Gray Bat

[AR T&E Species Home]

Find out more about White-nose Syndrome (WNS) at:

White-nose Syndrome.org

F&W Service WNS FAQ

Fort Collins Science Center WNS Info

WNS Decontamination Guidelines

Learn more about gray bat recovery in the Gray Bat 5-year Review.

To learn more about the karst environment, visit our Caves and Karst page.

Gray Bat (Myotis grisescens)
Status: Endangered
Listed: April 28, 1976

For questions regarding the Gray Bat in Arkansas, please contact Tommy Inebnit at thomas_inebnit@fws.gov or 501-513-4483.

Species Facts:
The gray bat is 3-4 inches in length and weighs 7-16 grams (1/4 to 1/2 an ounce).  Its fur is gray, but may have a slight reddish cast in the summer.  The gray bat is the only Myotis with the wing membrane attached to the ankle (instead of at the base of the toe), and the only bat in its range with dorsal (back) hair that is uniform in color from base to tip. Individuals forage along river or shoreline up to 12 miles from their roosts. Foraging is generally parallel to streams, over the water at heights of 6.5 to 9.8 feet where they feed mostly on flying insects, including mayflies and beetles. Adult females sometimes feed continuously for seven or more hours per night

Bats are the only major predator of night flying insects; a single bat can consume between 600 - 1200 mosquitoes and other insects in just one hour. A nursing female can eat more than her body weight in insects in one night—up to 4,500 mosquitoes and other insects. Bats also consume pests such as the cucumber beetle and corn earworm moth, both of which can cause millions of dollars in crop damage each year. Other species of bats are important pollinators and seed dispersers.

Habitat Summary:
Gray bat roost sites are nearly exclusively restricted to caves in limestone karst areas throughout the year. Colonies occupy a home range that often contains several roosting caves scattered along as much as 43 miles of river or reservoir borders. Gray bats have specific roost requirements and few caves meet these. Winter roosts are in deep vertical caves with domed halls. Winter cave temperatures range from 42- 51° F The species selects hibernation sites where there are multiple entrances and good air flow.  Summer cave temperatures range from 57-75 °F, trap warm air, provide restricted rooms or domed ceilings, and are nearly always located within a mile of a river or reservoir. Maternity caves often have a stream flowing through them. There are occasional reports of storm sewers, mines, and buildings being used as roost sites.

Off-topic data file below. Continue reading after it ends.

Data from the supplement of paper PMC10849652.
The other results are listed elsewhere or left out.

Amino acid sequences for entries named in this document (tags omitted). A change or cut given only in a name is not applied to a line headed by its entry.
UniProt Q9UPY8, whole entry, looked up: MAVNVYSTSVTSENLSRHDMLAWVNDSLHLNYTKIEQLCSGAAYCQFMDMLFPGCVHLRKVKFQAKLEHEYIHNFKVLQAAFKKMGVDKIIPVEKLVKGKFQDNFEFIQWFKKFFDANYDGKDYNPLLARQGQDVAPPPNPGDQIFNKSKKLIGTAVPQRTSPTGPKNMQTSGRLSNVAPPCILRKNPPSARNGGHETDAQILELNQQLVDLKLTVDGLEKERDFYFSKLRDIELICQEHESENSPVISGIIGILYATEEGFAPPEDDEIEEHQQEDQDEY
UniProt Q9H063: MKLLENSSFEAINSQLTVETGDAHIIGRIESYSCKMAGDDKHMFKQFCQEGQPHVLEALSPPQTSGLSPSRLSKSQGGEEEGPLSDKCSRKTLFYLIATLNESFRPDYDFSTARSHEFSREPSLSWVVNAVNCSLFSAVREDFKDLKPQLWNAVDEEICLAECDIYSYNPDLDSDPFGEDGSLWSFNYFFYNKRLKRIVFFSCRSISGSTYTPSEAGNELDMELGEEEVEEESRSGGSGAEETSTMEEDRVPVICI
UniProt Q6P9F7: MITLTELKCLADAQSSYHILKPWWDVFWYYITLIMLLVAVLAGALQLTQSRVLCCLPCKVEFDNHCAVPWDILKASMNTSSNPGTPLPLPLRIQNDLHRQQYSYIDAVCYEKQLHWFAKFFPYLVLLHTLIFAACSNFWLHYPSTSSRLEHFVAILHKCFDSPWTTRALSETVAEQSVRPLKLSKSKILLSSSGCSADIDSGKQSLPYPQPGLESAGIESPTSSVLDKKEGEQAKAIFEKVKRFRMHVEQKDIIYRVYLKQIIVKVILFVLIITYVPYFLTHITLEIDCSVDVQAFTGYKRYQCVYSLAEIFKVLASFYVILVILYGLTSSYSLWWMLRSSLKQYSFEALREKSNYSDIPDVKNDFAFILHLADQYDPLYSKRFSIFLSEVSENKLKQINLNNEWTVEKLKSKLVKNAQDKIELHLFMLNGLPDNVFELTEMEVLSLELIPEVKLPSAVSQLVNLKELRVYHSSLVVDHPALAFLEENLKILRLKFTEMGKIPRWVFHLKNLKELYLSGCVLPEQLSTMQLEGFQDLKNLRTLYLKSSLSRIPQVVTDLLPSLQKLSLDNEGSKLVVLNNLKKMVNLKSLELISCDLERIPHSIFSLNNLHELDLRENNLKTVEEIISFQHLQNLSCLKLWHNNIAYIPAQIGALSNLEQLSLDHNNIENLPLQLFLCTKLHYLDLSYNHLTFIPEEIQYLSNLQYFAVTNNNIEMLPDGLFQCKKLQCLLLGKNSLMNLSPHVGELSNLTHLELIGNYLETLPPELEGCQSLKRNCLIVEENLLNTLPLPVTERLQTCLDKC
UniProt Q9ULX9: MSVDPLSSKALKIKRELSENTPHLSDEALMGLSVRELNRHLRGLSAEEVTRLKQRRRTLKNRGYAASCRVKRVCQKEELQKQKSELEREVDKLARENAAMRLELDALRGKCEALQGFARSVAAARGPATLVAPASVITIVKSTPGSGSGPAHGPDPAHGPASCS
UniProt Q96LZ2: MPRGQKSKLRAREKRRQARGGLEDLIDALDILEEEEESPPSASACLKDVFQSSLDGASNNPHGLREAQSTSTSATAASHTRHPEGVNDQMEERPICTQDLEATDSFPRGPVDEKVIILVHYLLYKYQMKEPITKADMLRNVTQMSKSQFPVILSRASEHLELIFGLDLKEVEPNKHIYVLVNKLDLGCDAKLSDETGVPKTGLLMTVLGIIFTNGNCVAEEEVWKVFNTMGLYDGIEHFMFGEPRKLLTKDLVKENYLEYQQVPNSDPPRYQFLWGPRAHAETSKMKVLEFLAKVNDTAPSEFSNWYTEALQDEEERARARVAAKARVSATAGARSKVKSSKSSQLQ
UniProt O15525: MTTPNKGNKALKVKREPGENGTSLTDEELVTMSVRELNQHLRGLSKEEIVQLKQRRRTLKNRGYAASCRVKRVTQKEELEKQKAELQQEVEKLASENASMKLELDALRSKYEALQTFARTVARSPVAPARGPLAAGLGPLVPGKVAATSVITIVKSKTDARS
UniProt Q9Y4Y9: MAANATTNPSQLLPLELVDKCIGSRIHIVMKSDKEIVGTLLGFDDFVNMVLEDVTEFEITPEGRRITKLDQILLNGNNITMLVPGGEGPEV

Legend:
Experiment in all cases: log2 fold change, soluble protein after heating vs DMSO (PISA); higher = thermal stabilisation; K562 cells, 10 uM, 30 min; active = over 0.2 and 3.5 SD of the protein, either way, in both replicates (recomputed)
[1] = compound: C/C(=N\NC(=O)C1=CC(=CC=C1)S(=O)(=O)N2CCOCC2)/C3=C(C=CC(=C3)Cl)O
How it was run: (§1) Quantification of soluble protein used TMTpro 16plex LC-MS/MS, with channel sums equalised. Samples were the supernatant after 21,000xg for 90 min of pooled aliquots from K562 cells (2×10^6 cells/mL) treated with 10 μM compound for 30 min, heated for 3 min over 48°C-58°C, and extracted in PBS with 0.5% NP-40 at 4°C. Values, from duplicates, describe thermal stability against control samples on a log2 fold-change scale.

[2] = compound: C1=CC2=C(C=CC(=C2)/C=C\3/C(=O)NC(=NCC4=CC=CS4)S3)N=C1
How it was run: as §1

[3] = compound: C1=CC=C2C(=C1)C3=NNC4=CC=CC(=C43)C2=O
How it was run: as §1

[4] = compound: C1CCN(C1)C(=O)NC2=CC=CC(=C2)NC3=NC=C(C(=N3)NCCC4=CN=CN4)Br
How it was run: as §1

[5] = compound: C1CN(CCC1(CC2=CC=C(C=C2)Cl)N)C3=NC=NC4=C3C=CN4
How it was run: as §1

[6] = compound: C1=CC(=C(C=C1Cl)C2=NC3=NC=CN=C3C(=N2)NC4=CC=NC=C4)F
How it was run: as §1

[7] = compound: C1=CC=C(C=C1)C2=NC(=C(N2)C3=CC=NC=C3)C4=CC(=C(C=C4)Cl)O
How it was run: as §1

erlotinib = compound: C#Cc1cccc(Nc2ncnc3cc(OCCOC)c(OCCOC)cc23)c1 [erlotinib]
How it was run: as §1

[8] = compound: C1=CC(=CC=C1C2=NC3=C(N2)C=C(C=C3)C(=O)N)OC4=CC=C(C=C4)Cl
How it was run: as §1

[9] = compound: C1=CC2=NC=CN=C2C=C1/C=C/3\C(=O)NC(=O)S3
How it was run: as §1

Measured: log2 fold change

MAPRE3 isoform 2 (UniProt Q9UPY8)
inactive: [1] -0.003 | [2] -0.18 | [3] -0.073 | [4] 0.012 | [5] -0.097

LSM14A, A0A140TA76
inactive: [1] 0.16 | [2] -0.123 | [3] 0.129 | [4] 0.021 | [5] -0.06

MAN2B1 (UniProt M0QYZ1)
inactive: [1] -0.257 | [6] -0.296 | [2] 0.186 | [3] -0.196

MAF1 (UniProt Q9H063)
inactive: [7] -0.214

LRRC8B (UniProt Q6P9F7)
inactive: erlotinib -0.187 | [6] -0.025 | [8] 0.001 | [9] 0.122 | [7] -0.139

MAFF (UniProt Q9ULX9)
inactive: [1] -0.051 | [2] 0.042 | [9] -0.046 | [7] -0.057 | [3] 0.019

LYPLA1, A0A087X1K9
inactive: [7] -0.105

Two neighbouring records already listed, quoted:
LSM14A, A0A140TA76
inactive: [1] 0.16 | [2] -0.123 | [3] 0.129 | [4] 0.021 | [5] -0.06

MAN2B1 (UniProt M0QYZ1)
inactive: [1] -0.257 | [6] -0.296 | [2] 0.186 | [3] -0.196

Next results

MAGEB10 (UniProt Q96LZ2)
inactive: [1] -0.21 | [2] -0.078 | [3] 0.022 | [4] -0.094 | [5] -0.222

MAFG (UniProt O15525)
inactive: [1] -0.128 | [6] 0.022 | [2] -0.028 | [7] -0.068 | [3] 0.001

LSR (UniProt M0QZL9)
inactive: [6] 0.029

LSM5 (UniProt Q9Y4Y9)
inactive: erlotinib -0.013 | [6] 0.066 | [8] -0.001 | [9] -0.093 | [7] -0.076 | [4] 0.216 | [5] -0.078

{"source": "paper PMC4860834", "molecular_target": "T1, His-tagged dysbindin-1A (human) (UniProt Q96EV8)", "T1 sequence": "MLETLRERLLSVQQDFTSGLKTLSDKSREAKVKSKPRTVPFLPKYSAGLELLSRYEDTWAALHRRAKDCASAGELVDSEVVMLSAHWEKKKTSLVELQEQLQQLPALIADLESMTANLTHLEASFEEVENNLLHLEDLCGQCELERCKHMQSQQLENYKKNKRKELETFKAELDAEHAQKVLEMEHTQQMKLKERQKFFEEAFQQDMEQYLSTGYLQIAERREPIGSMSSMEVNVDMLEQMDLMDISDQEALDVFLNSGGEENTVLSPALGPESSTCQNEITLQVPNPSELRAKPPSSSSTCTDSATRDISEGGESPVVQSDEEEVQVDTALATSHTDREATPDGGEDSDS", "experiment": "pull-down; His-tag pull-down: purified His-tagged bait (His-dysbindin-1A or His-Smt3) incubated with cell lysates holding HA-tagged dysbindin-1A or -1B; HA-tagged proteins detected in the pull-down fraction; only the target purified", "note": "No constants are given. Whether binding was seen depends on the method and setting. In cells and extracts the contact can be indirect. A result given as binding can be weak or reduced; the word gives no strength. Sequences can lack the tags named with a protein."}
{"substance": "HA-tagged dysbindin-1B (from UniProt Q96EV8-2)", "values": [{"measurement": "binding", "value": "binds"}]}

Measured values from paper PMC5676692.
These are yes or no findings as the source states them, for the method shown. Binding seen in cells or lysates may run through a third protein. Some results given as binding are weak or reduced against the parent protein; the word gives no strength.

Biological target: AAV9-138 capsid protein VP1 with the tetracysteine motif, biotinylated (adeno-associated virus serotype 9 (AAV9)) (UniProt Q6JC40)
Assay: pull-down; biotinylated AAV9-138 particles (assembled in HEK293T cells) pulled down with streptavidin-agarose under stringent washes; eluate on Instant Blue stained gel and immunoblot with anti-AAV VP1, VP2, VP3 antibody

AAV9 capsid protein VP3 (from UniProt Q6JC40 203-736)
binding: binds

Forested areas along the banks of streams and lakes provide important protection for adults and young. Young often feed and take shelter in forest areas near the entrance to cave roosts. They do not feed in areas along rivers or reservoirs where the forest has been cleared.

Why is it Endangered?

Threats to the gray bat include human disturbance of the cave habitat, including habitat loss and degredation, cave commercialization, and improper cave gating.  Since large numbers of gray bats are found in only a few caves year round, the species is very vulnerable to human presence.  Human presence in caves causes bats within range of any light or sound to at least partially arouse from hibernation, which depletes the energy reserves meant to sustain the bat through winter. The construction of dams has flooded many former bat caves, and human surface activities such as deforestation and pesticide use can also greatly affect the survival of the gray bat. The fungal disease of white-nose syndrome was detected in Arkansas in 2014 and may affect the gray bat population as well. Check the links in the sidebar for more information about white-nose syndrome.


Many private and public caves have been closed to public access to reduce stress and/or damage to bats and their habitats and to prevent the further spread of WNS in Arkansas. Cave gates that limit human disturbance of the bats and/or their habitat are a good way to protect these animals. The Partners for Fish and Wildlife program can help provide funding and expertise if you are interested in protecting your property from trespassing and vandalism with a gate over the cave mouth. Contact Joe Krystofik at joe_krystofik@fws.gov or 501-513-4478 for more information about cave gates and cave protection.

Efforts are also being made to educate people about WNS and WNS decontamination procedures to reduce the risk of transmission of the the fungus to other bats and/or habitats. You can find the full decontamination guidelines here.

You can learn more about gray bat recovery in the Gray Bat 5-year Review.

Range in Arkansas:

Arkansas Field Office
110 S. Amity Road
Suite 300
Conway, AR 72032

501/513 4470 (v)
501/513 4480 (f)

Last Updated: October 17, 2018

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